Driving UK Research – Is copyright a help or a hindrance?
The following is my contribution to a collection prepared by the British Library and released today at the Wellcome Trust, called “Driving UK Research. Is copyright a help or a hindrance?” – Press Release – Document[pdf] – which is being released under a CC-BY-NC license. The British Library kindly allowed authors to retain copyright on their contributions so I am here releasing the text into the public domain via a CCZero waiver. I would also like to acknowledge the contribution of Chris Morrison in editing and improving the piece.
If I want to be confident that this text will be used to its full extent I am going to have to republish it separately to this collection. Not because the collection uses restrictive rights management or licences, it actually uses a relatively liberal copyright licence. No, the problem is copyright itself and the way it interacts with how we create knowledge in the 21st century.
Until recently we would use texts or data by reading, taking notes, making photocopies, and then writing down new insights. We would refer to the originals by citing them. A person making limited copies or taking notes (perhaps quoting the text) does not breach copyright because of the notion of “fair dealing”. Making copies of reasonable portions of a work is explicitly not a violation of copyright. If it were we wouldn’t be able to do any useful work at all.
Today, scholarship and research cannot effectively proceed via manual human processes. There is simply too much for us to handle. On the other hand we have excellent computer systems that can, to some extent at least, take these notes for us. Automated assistants that can read the text for us, that can do text mining, data aggregation and indexing allowing us to cope with the volume of information. As these tools improve we have an opportunity to radically increase the speed of the innovation cycle, using the human brain for what it is best at: insight and creative thinking; and using machines for what they are best at: indexing, checking, collecting.
The problem is that to do this those machines need to take a copy of the whole of the text and in doing so they trigger copyright. Even though the collection you are reading is released under a Creative Commons licence that allows non-commercial use, no-one can take a copy, find an interesting sentence, and then index it if they are going to make money. Google are not allowed to check what is here and index it for us.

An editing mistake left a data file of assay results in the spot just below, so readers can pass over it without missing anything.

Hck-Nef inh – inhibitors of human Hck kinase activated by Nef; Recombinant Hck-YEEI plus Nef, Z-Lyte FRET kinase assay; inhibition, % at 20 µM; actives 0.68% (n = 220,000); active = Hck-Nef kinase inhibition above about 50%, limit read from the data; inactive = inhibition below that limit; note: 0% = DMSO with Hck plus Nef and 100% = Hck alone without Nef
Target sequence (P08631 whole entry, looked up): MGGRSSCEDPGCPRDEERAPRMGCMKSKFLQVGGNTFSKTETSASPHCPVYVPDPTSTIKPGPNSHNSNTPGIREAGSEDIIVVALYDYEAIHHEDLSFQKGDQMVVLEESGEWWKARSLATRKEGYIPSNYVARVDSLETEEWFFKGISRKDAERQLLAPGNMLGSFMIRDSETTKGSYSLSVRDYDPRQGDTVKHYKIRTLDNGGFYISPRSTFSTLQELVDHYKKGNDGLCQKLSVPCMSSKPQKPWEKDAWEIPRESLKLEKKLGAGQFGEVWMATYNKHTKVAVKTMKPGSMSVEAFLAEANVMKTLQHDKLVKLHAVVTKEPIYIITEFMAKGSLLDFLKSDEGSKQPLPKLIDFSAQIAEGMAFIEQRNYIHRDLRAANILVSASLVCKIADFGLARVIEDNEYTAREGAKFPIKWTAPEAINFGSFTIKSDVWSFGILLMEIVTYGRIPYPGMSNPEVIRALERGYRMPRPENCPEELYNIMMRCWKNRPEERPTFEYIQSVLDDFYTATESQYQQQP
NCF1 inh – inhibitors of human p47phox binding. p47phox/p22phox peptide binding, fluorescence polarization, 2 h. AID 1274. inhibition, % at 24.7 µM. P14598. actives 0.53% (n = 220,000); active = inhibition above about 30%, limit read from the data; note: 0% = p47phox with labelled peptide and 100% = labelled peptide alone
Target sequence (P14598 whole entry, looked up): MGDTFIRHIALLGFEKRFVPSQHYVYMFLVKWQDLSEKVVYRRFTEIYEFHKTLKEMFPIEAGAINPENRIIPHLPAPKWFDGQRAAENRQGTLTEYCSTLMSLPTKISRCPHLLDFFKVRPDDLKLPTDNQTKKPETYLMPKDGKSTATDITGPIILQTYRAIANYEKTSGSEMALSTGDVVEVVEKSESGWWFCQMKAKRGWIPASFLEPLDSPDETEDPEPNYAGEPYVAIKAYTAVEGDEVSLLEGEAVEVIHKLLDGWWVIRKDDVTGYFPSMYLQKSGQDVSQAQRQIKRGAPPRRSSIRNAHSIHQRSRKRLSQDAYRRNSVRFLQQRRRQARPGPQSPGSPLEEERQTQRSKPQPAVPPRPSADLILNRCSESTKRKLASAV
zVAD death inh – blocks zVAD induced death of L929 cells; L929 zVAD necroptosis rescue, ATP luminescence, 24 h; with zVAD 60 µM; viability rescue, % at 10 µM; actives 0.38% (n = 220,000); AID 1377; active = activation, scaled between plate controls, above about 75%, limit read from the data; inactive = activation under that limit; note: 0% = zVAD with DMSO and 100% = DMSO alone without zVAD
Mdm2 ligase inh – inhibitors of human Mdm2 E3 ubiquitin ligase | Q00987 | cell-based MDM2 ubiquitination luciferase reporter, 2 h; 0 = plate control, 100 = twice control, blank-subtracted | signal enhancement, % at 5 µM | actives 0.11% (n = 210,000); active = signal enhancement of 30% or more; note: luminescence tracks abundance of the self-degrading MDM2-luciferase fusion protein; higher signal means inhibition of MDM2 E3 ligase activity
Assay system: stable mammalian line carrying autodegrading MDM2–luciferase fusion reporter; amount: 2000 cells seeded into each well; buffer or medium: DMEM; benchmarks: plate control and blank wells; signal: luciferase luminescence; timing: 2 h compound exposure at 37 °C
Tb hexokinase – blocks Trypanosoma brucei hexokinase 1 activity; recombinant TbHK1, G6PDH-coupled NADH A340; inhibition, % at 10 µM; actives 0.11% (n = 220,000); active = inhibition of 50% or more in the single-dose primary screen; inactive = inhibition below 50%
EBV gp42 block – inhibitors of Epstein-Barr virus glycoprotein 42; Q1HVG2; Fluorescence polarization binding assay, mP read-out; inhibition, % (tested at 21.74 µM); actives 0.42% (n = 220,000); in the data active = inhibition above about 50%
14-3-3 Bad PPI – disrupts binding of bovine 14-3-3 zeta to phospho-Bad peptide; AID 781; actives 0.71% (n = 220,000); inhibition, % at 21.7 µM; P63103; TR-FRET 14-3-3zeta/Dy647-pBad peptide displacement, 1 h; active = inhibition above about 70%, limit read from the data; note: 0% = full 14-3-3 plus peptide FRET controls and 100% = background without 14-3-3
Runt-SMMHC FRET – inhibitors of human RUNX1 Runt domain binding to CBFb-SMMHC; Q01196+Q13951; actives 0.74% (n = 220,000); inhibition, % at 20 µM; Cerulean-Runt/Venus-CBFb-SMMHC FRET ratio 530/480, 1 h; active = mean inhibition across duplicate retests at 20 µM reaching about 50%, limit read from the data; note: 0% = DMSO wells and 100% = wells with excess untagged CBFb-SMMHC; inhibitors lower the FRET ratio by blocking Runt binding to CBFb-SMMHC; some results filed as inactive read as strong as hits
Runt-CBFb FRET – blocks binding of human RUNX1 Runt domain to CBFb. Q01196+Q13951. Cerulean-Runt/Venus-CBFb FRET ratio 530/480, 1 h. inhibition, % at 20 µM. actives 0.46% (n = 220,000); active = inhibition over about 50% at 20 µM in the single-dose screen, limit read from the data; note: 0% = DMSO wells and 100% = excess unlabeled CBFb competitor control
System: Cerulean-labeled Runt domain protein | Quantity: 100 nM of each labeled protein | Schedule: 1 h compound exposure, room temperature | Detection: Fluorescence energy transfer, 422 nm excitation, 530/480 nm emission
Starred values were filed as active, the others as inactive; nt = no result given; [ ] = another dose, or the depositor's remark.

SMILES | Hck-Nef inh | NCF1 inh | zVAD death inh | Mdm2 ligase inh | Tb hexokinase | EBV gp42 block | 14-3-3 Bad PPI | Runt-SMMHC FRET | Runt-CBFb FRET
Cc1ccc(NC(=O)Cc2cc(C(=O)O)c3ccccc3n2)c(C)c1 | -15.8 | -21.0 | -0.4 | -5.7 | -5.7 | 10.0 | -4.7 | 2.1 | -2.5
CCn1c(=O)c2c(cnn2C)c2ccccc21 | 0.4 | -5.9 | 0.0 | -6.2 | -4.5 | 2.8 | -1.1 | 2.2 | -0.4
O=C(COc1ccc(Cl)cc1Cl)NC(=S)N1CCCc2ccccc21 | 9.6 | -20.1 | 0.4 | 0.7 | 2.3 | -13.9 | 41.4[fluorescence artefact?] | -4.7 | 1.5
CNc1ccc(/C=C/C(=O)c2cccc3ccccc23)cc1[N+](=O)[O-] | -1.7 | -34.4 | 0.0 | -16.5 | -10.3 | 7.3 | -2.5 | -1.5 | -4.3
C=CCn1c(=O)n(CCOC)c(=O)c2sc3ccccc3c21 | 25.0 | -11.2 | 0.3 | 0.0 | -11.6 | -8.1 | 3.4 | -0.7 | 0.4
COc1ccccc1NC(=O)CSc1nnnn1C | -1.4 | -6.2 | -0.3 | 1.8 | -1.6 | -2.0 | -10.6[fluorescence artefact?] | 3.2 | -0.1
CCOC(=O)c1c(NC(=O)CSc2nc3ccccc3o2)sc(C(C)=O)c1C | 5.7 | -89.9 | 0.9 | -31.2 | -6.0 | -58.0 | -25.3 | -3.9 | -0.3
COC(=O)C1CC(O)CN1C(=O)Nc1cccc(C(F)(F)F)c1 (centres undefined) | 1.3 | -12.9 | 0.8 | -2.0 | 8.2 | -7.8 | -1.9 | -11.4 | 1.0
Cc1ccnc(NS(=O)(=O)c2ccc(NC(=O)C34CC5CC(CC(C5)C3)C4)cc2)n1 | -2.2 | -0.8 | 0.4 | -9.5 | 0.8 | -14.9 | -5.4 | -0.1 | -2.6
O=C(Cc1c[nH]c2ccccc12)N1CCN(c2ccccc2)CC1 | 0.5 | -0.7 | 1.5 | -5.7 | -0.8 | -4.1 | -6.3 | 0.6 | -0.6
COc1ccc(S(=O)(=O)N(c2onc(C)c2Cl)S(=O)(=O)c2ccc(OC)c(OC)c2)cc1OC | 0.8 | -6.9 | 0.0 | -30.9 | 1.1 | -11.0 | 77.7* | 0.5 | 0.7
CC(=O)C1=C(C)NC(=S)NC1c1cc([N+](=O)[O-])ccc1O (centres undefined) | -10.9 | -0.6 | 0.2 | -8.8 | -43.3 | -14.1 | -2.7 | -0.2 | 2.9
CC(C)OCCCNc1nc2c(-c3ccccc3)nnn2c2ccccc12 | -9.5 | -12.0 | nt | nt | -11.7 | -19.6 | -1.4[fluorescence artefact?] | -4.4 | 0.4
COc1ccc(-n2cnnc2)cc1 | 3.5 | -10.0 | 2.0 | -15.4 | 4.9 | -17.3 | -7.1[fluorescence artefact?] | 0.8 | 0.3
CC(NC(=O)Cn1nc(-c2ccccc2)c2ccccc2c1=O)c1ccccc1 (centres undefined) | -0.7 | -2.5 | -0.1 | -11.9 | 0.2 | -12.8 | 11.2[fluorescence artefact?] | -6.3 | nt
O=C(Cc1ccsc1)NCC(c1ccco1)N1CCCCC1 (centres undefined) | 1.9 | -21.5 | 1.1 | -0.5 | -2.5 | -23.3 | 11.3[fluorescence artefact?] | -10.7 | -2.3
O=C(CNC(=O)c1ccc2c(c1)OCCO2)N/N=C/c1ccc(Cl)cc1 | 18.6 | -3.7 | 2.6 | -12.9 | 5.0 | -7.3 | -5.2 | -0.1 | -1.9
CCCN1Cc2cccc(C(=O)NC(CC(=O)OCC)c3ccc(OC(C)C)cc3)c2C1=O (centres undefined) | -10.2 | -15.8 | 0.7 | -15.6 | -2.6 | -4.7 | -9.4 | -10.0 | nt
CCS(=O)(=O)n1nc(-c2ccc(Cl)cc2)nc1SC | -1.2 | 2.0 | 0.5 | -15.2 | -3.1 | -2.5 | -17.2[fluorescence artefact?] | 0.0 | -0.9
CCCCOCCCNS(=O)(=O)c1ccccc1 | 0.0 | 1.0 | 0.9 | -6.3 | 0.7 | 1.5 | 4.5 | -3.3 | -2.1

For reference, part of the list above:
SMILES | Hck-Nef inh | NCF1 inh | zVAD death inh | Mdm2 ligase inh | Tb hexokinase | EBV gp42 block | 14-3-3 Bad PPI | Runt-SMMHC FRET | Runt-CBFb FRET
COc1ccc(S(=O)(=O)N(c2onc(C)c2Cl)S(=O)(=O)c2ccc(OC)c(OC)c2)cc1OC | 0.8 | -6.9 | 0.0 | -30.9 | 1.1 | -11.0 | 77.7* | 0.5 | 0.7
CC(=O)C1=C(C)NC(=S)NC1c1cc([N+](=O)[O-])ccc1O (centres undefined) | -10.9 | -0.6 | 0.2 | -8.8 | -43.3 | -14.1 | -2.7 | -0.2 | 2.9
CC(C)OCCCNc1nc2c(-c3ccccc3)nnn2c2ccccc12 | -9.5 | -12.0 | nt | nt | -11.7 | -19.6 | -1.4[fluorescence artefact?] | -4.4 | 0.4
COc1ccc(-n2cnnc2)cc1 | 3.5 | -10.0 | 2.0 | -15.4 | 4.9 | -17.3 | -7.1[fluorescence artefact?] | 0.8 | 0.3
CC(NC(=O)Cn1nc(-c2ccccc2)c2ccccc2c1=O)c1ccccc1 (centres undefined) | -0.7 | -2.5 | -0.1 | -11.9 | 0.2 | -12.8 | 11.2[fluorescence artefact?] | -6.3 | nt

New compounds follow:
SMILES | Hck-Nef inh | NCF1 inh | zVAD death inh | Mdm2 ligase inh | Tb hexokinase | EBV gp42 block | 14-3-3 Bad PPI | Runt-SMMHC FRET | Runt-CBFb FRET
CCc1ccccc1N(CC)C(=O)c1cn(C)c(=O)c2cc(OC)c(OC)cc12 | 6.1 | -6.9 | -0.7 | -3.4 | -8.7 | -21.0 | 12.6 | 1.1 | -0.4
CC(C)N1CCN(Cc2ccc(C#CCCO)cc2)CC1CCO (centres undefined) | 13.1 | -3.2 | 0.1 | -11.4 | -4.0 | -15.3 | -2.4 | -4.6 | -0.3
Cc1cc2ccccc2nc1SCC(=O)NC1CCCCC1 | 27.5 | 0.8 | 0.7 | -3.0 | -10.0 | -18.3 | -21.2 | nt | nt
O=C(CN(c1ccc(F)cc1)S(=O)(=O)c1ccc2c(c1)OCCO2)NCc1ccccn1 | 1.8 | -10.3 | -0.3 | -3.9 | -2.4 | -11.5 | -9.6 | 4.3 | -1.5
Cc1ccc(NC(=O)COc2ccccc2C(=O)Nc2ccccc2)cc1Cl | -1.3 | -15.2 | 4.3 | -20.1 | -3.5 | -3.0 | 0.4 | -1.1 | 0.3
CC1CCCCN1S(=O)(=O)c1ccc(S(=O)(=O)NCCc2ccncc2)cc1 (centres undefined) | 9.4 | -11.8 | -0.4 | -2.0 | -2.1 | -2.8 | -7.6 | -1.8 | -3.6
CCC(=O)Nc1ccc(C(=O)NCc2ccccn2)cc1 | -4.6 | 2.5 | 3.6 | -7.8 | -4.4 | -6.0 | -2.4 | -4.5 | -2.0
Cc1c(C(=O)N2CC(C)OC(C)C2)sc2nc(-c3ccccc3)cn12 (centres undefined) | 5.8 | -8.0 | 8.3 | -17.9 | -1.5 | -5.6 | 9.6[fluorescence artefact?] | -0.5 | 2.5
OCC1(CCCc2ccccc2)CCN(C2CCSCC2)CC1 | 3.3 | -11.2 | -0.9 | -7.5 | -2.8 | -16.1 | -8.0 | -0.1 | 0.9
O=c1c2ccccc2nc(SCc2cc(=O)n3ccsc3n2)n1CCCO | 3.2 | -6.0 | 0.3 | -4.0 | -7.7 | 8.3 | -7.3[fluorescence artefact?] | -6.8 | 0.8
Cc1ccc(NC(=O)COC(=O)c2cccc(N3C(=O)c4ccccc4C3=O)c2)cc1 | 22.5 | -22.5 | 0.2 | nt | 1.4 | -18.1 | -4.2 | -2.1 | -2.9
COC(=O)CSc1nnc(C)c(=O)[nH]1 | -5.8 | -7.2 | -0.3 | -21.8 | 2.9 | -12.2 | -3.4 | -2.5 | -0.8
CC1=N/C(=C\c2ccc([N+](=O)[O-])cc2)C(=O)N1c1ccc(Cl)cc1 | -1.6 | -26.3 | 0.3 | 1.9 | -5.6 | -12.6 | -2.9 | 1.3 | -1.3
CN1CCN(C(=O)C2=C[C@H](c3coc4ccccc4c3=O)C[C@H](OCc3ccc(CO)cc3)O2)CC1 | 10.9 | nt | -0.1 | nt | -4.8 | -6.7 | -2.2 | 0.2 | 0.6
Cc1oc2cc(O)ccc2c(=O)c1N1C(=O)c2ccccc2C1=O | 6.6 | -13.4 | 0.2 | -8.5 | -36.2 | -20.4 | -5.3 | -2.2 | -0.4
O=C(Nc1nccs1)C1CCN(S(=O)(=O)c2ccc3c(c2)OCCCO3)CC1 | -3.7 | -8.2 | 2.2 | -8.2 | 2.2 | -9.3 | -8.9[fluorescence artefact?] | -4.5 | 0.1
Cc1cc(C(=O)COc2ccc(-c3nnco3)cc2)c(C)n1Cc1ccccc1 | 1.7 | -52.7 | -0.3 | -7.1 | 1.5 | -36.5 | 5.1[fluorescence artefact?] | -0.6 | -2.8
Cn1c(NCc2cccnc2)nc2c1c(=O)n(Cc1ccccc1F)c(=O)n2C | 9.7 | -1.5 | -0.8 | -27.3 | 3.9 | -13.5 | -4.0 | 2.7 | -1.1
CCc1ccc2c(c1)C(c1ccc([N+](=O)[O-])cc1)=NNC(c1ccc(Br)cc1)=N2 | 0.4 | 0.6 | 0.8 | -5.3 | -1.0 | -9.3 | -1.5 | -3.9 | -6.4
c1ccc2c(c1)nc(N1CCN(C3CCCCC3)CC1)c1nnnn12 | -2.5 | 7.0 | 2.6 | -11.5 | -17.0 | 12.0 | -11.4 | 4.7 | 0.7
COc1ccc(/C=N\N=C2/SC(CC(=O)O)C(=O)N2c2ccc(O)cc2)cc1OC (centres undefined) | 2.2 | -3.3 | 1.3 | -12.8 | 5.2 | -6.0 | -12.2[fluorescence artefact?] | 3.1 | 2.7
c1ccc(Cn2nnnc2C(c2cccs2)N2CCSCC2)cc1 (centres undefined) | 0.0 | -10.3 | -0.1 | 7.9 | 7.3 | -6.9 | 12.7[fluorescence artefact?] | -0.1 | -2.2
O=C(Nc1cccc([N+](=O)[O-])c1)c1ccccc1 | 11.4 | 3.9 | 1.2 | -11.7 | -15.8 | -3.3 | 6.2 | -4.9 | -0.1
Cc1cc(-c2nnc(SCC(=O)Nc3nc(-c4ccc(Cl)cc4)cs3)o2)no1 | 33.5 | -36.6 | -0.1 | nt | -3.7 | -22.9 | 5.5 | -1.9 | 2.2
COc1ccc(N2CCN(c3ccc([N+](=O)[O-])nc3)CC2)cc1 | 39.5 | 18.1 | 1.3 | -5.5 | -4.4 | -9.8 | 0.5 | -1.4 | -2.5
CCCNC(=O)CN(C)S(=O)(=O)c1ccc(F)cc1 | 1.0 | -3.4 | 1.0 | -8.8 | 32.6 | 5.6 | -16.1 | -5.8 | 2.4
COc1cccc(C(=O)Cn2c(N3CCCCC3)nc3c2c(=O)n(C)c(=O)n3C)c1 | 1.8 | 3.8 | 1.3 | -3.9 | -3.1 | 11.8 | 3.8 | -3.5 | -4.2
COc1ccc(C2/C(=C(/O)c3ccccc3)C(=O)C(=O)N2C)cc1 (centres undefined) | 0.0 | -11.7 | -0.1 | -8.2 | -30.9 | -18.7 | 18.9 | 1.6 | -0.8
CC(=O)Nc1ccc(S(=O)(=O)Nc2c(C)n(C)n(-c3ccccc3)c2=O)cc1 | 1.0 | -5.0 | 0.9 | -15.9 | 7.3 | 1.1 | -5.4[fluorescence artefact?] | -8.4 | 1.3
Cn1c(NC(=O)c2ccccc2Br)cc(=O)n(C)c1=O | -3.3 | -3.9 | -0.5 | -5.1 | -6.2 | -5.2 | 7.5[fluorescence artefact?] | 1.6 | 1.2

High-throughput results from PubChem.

Or perhaps they are. Perhaps this does come under “fair use” in the US. Or maybe it does, but not in the UK. What about Australia? Or Brazil? All with slightly different copyright law and a slightly different relationship between copyright and contract law. Even if current legal opinion says it is allowed a future court case could change that. The only way I can be sure that my text is available into the future is to give up the copyright altogether.
To build effectively on the scientific and cultural data being generated today we need computers. If a human were doing the job it would clearly be covered by fair dealing. What we need is a clear and explicit statement that machine based analysis for the purpose of indexing, mining, or collecting references is a fair dealing exception, even where a full copy is taken. There clearly need to be boundaries. The entire work should not be kept or distributed. As with existing fair dealing we could have guidelines on amounts kept or quoted: perhaps no more than 5% of a work. These could easily be developed and be compatible with existing fair dealing guidance.
We risk stifling the development of new tools, both commercial and academic, and new knowledge under the weight of a legal regime that was designed to cope with the printing press. At the same time a simple statement that this kind of analysis is fair dealing will provide certainty without damaging the interests of copyright holders or complicating copyright law. These new uses will ultimately bring more traffic, and perhaps more customers, to the primary documents. By taking the simple and easy step of making automated analysis an allowable fair dealing exception everyone wins.